May 22, 2015
See more articles in this series at Resistance Management.
Several terms are used to describe Bt corn hybrids. It is important to understand what these terms mean and how they relate to resistance management.
When genes are inserted into a crop plant, each successful transformation is referred to as an event. Even if the same genes are inserted into a plant, two different events may differ in how the genes are expressed in the plants, resulting in different effects on insects.
Bt corn hybrids have had genes inserted from a naturally occurring soil bacterium, Bacillus thuringiensis (Bt), which produce proteins with insecticidal properties. A variety of protein toxins have been isolated from Bacillus thuringiensis. Different Bt toxins have activity against different types of insects. Some toxins have activity against lepidopteran insects such as European corn borer, and some have activity against beetles, like corn rootworms.
The initial Bt proteins that were incorporated in corn and other crop plants were crystalline proteins, and are designated by a number and one or more letters (e.g., Cry1Ab, Cry1F). More recently other Bt proteins have been incorporated into crop plants, e.g., the VIP protein (Vip 3A) commercialized by Syngenta in Viptera hybrids.
Bt proteins bind with receptor cells in the insect gut. Different insect species are more or less susceptible to different Bt proteins, depending on how well the protein fits the gut receptor cells of different species.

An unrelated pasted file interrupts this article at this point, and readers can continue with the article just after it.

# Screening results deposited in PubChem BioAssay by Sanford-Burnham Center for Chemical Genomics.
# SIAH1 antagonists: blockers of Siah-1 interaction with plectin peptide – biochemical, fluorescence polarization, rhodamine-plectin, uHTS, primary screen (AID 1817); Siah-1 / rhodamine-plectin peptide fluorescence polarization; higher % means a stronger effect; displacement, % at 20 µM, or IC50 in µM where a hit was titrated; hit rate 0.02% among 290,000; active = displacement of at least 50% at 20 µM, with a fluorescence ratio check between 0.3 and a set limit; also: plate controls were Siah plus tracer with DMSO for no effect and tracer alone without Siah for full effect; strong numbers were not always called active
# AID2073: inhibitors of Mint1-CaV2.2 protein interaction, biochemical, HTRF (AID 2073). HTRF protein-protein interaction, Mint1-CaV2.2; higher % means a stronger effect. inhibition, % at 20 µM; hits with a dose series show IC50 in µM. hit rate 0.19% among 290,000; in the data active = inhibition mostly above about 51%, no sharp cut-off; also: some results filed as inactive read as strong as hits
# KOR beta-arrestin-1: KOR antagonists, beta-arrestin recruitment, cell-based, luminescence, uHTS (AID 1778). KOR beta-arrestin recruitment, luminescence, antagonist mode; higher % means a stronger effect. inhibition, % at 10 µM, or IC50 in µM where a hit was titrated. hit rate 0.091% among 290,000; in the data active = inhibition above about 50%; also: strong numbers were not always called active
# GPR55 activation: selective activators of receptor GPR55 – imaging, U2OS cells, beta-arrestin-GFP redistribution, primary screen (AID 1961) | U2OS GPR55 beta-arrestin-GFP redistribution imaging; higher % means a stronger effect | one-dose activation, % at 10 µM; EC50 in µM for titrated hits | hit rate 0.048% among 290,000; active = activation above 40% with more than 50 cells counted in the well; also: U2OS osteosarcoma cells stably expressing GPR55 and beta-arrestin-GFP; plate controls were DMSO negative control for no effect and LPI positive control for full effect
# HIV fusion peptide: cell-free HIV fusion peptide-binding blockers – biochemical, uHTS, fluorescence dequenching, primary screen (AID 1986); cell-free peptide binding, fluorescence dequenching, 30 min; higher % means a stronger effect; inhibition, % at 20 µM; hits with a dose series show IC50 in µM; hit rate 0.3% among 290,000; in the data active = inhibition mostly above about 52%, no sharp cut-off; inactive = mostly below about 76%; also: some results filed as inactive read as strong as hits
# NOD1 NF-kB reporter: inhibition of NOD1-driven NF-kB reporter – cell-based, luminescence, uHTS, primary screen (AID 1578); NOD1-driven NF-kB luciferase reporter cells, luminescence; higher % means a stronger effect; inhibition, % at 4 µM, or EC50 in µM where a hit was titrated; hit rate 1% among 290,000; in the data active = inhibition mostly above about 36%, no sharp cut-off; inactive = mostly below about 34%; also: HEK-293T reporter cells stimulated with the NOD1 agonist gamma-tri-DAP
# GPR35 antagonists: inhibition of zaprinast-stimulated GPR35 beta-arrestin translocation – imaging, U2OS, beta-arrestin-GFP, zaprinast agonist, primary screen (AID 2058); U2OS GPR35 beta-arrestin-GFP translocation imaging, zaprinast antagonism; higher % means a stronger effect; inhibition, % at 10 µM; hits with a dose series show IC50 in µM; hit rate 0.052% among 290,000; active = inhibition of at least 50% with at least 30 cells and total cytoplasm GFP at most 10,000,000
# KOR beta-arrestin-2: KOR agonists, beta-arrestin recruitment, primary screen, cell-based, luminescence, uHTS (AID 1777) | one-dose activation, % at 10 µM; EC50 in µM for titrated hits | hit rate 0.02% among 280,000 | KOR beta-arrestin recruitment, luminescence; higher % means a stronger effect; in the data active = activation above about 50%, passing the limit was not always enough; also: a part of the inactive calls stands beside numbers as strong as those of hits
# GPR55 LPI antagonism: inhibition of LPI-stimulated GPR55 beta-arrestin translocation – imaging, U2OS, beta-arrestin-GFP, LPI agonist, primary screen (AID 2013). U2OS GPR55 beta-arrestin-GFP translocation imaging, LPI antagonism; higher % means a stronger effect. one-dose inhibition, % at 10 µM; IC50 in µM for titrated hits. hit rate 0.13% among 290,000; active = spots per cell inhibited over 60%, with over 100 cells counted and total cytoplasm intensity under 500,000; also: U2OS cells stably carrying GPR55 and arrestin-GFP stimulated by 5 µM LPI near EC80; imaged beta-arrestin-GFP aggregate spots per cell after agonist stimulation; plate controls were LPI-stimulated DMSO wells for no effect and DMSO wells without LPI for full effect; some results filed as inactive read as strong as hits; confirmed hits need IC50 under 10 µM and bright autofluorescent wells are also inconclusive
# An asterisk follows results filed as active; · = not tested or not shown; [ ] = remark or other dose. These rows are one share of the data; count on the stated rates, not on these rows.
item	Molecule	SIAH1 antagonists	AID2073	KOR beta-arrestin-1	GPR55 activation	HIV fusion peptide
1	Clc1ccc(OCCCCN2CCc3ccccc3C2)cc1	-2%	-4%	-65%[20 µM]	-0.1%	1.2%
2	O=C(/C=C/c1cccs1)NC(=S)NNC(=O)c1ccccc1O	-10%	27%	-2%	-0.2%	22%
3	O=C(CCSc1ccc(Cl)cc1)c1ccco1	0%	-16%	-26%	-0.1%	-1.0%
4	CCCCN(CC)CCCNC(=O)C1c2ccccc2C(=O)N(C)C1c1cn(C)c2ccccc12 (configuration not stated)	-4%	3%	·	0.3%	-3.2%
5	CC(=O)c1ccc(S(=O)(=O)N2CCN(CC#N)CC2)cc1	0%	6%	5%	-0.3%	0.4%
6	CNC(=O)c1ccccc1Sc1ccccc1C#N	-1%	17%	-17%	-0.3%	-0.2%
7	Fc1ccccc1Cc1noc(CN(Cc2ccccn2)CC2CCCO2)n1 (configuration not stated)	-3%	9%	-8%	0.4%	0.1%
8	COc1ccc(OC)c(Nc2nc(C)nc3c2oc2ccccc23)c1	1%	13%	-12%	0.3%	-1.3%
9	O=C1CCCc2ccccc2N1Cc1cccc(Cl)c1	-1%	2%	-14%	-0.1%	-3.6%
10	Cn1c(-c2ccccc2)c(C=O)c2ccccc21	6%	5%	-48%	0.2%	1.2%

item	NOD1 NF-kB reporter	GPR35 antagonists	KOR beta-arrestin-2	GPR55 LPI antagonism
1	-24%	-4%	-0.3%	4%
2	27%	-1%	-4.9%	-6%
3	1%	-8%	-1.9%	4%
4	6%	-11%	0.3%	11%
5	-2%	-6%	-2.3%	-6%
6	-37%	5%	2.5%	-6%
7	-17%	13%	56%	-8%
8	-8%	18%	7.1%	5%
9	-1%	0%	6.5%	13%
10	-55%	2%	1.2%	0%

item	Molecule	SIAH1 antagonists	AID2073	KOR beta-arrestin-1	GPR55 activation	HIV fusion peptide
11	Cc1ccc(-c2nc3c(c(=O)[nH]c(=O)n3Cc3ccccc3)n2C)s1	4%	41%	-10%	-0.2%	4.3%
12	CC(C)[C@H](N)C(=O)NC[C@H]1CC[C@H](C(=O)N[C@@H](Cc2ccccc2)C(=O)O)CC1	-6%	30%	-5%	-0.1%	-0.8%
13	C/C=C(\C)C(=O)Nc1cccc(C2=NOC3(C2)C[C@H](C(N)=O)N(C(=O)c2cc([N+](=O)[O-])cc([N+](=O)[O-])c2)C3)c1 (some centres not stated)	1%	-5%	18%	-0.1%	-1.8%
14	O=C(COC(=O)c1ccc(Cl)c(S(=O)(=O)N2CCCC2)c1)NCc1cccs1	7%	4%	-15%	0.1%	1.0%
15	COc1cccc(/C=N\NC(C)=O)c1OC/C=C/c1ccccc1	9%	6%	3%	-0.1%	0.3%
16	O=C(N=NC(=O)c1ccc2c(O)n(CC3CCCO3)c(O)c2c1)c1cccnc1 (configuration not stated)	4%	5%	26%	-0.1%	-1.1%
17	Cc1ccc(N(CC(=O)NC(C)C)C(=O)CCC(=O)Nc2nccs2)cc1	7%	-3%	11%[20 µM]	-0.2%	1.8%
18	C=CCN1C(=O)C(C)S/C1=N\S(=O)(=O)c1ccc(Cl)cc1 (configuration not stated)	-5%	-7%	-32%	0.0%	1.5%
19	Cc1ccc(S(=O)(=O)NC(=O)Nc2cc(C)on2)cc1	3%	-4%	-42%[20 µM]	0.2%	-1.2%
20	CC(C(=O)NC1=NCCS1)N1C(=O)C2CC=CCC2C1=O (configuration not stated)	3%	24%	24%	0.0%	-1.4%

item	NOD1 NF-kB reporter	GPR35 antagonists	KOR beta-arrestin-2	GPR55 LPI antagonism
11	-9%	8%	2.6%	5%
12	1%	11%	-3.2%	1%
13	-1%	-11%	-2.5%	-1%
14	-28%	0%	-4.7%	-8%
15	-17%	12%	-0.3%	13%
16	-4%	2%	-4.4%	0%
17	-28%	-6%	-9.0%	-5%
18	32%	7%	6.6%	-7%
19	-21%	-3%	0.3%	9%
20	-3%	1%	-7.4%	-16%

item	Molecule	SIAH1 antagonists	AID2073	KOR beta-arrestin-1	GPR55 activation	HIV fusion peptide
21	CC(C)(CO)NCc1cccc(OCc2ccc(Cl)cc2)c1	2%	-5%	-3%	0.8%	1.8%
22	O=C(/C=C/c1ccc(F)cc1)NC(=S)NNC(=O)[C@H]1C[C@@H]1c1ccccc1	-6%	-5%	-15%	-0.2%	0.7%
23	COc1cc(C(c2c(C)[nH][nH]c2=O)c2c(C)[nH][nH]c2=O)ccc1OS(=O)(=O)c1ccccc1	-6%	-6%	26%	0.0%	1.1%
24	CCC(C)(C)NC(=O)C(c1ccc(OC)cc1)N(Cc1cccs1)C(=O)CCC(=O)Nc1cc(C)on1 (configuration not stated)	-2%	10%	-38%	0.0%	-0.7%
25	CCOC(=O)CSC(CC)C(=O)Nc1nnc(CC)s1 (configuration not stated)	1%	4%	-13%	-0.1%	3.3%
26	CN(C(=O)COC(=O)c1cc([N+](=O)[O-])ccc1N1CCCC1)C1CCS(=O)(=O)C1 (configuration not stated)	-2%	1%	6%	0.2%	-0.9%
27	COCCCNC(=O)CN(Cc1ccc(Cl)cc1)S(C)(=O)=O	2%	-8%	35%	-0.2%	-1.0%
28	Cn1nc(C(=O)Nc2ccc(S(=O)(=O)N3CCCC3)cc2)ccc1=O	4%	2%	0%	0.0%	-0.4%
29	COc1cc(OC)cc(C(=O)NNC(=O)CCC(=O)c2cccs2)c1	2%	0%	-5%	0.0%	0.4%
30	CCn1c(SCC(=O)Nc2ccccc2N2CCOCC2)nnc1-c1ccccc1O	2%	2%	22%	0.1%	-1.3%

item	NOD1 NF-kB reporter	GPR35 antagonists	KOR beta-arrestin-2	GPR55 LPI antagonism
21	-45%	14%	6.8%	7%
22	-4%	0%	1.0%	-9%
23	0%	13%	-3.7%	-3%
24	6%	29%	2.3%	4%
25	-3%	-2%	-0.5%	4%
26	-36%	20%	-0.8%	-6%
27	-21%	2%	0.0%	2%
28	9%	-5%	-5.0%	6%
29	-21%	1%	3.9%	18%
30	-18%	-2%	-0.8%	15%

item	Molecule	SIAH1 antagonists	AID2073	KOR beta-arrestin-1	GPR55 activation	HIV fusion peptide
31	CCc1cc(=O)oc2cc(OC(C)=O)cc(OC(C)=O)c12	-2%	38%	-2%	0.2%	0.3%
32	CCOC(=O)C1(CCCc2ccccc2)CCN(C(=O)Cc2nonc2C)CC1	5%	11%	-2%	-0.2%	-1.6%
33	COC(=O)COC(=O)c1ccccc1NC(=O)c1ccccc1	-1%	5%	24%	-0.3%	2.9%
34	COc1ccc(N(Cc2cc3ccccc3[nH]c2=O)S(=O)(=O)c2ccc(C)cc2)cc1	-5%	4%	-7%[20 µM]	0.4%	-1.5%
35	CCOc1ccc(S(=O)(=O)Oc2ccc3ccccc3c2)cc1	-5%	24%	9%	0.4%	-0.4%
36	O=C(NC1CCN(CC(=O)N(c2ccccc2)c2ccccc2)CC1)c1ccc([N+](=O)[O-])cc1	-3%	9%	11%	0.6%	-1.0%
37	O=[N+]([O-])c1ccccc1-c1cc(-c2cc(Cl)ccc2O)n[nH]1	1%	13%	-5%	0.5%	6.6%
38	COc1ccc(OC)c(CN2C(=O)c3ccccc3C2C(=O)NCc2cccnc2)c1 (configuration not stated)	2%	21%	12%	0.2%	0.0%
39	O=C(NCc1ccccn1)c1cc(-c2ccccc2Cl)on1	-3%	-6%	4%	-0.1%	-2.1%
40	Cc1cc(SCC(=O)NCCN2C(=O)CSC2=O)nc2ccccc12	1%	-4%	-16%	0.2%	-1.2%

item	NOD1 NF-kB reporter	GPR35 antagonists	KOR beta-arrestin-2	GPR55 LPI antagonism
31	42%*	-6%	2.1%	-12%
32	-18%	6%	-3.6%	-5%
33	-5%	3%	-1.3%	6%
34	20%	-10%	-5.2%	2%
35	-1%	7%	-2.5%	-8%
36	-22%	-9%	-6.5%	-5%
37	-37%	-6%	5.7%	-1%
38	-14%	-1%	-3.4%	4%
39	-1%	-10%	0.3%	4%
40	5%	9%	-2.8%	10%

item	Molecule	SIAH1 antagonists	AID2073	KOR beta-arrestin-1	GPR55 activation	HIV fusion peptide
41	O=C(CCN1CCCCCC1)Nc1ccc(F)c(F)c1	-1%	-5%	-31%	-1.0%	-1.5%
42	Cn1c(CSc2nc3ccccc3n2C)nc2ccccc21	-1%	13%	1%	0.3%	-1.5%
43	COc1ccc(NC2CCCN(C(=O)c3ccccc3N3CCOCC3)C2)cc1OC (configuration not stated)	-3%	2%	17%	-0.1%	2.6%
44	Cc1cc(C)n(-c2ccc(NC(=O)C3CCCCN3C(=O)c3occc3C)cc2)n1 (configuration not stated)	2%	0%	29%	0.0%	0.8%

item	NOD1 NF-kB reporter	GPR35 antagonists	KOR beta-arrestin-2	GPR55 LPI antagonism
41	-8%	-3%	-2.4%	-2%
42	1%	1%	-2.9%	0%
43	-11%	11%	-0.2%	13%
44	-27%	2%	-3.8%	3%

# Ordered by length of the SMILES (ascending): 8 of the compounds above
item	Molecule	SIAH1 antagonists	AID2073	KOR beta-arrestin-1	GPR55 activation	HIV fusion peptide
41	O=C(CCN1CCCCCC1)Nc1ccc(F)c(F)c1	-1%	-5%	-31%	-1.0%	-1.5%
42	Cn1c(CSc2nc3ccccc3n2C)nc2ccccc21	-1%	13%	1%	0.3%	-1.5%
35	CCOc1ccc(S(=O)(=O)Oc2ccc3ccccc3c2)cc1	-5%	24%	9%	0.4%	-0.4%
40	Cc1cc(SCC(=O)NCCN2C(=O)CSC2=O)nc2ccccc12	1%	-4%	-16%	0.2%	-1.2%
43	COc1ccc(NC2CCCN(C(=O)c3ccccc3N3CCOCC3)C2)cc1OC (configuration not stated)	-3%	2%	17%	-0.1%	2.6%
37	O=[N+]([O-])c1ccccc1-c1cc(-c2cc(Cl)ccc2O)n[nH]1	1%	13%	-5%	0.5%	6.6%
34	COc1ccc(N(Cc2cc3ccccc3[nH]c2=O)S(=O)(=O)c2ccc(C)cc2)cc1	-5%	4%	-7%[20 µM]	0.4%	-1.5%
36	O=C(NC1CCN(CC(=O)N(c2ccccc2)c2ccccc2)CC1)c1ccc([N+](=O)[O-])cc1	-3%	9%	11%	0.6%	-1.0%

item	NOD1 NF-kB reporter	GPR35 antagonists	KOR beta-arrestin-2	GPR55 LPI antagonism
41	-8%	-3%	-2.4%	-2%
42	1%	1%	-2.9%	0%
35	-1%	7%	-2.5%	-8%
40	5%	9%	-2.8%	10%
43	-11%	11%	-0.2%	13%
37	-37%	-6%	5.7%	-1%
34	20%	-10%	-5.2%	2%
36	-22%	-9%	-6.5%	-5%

One resistance management strategy is to use crop hybrids with different Bt proteins over time to avoid resistance development to a particular protein. More recently seed companies have produced hybrids with two or more proteins active against a particular insect. These are referred to as pyramids. Insects are less likely to develop resistance to two toxins at once rather than to a single toxin. Because of this the EPA has approved reduced refuge requirements for pyramid hybrids.
Initially Bt corn hybrids had one Bt protein active against European corn borer, or one Bt protein active against corn rootworms, and an external refuge of 20% non-Bt corn in the northern Corn Belt. Now there are multiple insect control traits available in Bt corn hybrids and multiple refuge requirements for different hybrids.
As you select hybrids, be sure the hybrid you select has the appropriate insect control traits (and other traits) you desire, and that you understand the refuge requirements for that hybrid. Even if you use hybrids from different companies over time, you still may be planting hybrids expressing the same Bt toxins. To avoid development of resistance, it is important to rotate different single protein hybrids or use pyramided hybrids with multiple Bt proteins against the insects you need protection from.
A good source of information on Bt proteins expressed by different hybrids and their refuge requirements is the Handy Bt Trait Table from Michigan State University.